FU Orionis objects are a class of young stars with powerful bursts in luminosity that show evidence of accretion and ejection activity. It is generally accepted that they are surrounded by a Keplerian circumstellar disk and an infalling envelope. The outburst occurs because of a sudden increase in the accretion rate through the disk. In this scenario, all young stars experience FU Ori phases during their evolution. Despite the evidence of winds/outflows and accretion activity in these objects, a detailed study of their physical properties has been difficult to carry out with high-resolution instruments manly due to the faintness and the distance to these objects.
Using the integral field spectrograph OASIS, at the William Herschel Telescope, combined with the adaptive optics module NAOMI, astronomers obtained optical observations of the FU Ori star V1515 Cyg with an angular resolution of 0.7 arcseconds (Gaussian core FWHM). From the analysis of the data they find evidence for the existence of a surrounding disk in V1515, being this one of the few spatial inferences of a disk observed in an FU Ori object.
They applied a spectro-astrometry technique to both spatial directions. A two-dimensional circular Gaussian was fitted to each image of the data cube, with a Levenberg-Marquardt algorithm. The wavelength-dependent Gaussian centers and Gaussian full width at half maximum (FWHM) are the spectro-astrometric signal. Figure 1 shows, for one of the individual exposures, the detected spectro-astrometric signal in the spatial directions for the spectral region around the Hα 6562Å line. A small spectro-astrometric signal is detected in the horizontal direction. However, considering the error bars, the signal in the vertical direction is clearly detected at blueshifted velocities of ∼-100 km s-1.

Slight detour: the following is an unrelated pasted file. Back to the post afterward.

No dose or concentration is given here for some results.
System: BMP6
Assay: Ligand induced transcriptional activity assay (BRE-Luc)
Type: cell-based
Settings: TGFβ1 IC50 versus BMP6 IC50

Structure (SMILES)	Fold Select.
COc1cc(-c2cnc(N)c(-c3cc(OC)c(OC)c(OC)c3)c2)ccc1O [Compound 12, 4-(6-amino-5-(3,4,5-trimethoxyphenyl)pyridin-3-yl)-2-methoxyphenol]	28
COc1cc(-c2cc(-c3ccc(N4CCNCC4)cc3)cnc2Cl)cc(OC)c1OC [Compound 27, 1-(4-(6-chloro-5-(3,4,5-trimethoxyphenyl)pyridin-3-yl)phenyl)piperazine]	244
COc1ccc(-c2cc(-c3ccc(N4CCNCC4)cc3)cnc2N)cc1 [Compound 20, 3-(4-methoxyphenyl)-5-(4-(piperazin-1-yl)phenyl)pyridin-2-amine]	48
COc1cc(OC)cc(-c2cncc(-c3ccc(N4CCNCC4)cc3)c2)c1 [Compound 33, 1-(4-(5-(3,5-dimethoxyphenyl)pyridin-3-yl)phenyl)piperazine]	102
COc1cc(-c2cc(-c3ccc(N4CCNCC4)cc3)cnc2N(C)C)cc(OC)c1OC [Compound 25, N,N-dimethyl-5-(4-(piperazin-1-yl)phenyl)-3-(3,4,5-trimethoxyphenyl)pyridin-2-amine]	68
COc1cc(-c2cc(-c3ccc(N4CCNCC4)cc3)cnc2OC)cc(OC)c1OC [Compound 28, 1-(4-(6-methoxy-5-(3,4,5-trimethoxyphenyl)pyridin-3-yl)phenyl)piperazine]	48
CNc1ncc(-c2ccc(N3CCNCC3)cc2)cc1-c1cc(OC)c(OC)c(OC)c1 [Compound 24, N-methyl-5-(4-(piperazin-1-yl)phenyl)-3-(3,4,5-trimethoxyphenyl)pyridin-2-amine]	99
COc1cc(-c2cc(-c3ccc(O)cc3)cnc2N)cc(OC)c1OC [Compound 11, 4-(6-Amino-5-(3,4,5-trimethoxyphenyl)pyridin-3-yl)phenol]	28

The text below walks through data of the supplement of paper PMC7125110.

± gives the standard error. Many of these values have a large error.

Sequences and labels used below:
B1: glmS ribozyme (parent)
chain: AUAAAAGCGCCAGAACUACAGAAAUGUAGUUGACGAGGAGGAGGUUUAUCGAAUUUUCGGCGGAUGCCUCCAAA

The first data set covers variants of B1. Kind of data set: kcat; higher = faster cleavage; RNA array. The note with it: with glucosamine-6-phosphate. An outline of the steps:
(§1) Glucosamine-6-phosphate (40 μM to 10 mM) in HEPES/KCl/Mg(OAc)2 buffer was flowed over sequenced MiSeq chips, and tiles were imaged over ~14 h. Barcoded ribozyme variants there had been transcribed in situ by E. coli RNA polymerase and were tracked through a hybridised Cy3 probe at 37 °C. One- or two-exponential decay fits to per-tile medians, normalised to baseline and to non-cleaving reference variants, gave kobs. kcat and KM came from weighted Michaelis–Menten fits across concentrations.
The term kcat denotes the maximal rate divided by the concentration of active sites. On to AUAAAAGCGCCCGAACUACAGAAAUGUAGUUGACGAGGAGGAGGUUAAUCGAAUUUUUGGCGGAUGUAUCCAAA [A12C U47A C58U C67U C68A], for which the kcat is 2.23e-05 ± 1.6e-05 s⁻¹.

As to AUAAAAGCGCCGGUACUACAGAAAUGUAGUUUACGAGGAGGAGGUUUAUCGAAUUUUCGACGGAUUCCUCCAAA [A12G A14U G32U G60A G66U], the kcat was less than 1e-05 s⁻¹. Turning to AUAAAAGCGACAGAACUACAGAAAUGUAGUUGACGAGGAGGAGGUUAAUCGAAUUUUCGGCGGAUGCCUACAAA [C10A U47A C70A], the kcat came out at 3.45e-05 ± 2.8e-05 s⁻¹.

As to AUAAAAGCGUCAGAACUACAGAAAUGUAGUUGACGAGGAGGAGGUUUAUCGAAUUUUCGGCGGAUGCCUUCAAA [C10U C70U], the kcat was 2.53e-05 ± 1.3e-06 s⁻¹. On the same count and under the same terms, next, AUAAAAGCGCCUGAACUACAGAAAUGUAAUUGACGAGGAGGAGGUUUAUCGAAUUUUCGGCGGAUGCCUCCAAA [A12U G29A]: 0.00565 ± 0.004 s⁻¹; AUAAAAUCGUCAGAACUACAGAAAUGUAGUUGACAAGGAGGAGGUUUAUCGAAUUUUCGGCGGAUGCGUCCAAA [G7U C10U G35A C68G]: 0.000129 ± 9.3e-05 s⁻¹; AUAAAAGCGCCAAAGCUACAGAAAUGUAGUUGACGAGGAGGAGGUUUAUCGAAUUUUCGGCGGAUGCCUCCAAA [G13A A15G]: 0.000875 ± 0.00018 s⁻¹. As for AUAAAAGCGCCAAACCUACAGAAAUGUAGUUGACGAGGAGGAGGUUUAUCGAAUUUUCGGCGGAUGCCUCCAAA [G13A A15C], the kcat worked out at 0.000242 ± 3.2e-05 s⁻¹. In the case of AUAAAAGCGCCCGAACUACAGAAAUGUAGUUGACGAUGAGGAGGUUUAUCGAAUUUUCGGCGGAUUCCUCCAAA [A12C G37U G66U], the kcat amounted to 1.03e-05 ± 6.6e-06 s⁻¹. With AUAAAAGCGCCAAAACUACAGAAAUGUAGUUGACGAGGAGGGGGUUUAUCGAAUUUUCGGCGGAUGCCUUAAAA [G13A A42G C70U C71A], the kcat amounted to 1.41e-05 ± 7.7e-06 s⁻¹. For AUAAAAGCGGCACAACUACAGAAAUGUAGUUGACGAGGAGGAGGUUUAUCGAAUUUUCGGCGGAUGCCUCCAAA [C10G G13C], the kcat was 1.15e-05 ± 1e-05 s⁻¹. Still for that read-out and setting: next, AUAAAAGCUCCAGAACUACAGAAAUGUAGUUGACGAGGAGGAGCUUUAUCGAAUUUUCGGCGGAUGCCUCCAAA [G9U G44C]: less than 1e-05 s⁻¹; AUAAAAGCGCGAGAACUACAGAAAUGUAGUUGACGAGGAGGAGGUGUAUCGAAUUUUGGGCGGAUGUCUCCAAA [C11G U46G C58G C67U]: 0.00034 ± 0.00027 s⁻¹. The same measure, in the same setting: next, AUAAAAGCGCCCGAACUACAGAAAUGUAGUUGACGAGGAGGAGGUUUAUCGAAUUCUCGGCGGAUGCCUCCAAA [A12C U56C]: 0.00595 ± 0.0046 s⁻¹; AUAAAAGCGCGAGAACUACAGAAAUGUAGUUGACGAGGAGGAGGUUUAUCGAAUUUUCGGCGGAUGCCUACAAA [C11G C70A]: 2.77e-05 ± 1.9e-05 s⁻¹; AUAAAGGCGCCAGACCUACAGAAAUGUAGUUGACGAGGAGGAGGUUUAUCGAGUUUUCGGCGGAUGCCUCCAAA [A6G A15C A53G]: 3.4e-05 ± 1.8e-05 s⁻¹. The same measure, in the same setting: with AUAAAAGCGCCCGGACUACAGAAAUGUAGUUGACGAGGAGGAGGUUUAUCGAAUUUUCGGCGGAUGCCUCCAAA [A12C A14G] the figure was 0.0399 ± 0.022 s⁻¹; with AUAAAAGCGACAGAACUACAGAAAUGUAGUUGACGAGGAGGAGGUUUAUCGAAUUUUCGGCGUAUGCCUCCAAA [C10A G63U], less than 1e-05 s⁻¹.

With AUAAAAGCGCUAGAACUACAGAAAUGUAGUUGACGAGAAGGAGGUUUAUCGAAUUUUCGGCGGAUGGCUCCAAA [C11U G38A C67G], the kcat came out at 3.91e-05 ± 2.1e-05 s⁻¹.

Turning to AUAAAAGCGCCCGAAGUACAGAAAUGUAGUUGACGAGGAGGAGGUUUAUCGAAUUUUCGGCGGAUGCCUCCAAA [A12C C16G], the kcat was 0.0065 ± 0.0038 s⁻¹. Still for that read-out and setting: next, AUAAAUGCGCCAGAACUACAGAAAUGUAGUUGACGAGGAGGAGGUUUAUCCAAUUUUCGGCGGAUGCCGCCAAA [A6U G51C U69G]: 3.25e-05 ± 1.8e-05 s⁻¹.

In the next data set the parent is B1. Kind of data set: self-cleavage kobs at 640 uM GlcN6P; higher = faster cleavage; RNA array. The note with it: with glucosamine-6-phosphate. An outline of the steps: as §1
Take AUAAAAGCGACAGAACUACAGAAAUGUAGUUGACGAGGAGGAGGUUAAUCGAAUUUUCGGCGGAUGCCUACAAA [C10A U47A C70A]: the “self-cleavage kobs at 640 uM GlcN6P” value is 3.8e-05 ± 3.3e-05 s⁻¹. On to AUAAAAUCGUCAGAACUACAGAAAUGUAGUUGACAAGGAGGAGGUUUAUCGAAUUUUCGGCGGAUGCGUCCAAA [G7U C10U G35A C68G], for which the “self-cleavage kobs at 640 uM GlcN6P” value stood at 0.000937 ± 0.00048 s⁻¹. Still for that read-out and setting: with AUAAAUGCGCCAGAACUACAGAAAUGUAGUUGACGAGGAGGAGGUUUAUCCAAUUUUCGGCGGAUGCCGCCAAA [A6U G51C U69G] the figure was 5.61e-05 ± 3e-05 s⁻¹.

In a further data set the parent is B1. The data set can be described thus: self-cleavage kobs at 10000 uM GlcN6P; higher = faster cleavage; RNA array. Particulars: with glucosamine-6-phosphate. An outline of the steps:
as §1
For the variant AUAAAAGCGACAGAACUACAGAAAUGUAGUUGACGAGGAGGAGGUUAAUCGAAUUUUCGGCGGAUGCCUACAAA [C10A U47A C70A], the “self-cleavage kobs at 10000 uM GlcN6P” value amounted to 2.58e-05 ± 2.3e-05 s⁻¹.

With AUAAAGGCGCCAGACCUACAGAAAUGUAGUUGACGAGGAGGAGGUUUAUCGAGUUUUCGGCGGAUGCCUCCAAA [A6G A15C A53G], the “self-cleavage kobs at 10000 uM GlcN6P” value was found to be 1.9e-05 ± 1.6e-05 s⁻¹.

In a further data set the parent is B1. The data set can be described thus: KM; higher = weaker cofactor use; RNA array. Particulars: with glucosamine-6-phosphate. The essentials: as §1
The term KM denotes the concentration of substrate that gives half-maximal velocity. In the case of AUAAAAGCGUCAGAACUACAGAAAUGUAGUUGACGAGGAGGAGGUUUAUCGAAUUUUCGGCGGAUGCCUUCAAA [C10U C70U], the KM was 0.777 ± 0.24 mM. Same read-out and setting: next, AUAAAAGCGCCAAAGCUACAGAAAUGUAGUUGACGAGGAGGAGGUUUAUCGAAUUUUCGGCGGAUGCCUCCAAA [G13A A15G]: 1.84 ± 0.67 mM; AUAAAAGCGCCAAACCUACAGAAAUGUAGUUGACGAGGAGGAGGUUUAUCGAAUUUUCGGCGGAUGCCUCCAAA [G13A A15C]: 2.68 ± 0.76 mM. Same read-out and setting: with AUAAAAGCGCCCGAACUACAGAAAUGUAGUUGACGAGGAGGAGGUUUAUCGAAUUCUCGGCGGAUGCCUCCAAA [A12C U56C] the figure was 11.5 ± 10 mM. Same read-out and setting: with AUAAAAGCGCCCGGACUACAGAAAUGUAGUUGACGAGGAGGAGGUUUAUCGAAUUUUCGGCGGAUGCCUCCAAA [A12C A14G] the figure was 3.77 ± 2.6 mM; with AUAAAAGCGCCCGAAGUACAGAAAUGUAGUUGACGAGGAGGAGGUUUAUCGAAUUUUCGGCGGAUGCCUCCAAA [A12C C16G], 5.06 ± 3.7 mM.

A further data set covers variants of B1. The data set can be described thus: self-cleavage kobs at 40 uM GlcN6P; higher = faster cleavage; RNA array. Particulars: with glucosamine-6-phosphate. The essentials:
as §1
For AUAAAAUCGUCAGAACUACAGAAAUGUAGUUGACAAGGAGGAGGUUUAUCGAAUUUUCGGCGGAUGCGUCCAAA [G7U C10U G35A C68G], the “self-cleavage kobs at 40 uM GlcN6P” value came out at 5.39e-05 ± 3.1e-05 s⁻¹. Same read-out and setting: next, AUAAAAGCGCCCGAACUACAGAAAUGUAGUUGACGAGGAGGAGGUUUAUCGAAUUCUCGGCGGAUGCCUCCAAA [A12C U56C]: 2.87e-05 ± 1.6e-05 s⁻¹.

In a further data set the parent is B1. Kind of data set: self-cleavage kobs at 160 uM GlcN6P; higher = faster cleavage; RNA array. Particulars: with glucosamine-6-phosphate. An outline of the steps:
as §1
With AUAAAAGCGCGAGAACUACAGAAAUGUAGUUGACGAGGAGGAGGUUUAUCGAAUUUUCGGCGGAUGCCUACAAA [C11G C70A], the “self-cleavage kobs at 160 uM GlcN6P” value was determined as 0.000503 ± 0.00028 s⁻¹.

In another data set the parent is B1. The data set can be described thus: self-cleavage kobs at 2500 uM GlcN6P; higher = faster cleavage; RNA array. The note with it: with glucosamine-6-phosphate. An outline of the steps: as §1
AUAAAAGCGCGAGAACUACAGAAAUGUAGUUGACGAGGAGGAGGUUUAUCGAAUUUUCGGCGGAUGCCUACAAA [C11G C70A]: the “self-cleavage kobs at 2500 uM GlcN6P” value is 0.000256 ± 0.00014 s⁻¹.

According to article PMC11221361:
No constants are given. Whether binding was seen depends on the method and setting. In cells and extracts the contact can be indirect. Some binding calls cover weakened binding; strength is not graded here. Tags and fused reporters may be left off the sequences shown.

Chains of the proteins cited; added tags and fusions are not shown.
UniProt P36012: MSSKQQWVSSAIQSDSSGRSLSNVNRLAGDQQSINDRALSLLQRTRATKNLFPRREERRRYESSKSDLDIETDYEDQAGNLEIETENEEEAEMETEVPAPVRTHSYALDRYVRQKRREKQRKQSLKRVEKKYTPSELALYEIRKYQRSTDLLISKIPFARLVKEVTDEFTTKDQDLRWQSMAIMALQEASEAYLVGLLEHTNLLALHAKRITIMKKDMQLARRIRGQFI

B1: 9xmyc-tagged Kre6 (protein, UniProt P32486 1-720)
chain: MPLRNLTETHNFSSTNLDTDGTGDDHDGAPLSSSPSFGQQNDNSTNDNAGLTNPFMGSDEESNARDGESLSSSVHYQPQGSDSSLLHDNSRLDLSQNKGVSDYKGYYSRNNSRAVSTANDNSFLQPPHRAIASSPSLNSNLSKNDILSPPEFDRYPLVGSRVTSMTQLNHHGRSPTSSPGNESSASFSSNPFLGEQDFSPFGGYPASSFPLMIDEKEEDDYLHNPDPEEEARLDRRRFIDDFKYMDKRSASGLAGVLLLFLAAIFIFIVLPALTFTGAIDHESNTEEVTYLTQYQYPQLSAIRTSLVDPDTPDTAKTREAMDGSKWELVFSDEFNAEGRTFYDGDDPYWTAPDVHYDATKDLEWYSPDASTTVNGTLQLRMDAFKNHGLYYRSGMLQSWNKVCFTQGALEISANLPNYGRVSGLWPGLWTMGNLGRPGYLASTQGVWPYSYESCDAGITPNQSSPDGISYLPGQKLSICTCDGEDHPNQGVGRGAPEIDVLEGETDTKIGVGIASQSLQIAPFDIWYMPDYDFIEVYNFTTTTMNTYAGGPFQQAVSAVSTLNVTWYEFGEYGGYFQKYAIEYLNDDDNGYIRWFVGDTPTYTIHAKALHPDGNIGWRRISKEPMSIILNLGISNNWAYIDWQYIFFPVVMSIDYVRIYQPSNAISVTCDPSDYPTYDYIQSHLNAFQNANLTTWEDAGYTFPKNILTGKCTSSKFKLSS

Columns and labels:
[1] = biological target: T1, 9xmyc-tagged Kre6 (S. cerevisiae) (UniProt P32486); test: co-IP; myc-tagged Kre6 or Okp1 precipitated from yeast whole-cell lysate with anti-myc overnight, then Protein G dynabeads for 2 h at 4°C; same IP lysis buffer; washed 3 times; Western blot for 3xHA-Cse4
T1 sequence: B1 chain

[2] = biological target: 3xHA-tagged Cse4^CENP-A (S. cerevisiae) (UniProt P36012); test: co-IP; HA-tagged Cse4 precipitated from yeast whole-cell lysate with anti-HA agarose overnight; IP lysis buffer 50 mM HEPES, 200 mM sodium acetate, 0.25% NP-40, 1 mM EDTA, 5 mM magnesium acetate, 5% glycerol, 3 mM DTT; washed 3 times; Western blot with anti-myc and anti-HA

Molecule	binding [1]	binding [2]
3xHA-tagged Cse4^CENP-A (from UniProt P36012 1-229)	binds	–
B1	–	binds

For the first individual exposure, Gaussian centers of the spectro- astrometric signal as a function of the velocity in both the W-E (east for ΔX > 0) and S-N (north for ΔY > 0) directions, in top and middle panels, respectively. Bottom panel shows the differential FWHM. The Hα line profile is overplotted in blue showing a clear P Cygni profile
In order to ruled out the possibility of a bias due to a deficient wavelength calibration, a model fitting between each spectrum in the field and the one at the stellar position was carried out. The top panel in Figure 2 shows the spatially distribution of the measured shift for the same exposures as in Figure 1. A clear structure is seen in the center of the field with an approximate size of ∼2 arcseconds in both spatial directions.
The astronomers identify two clear distinct regions, one showing redshifted velocities and the other blueshifted, almost symmetrical to the previous one.
This structure, similar to 12CO observations in several T Tauri stars suggests scattering coming from a disk surrounding the star.
Top: shift in velocity obtained from a cross-correlation of the P Cygni profile between the spectrum at the position of the star and each individual spectra in the field, for exposure 1. Color scale is km s-1
. The continuum emission center is marked as a black cross. The physical orientation is also given. Bottom: error in the shift also in km s-1
V. Agra-Amboage and P. J. V. Garcia, 2014, "Spectro-astrometry of V1515 Cygni", A&A
, A92. Paper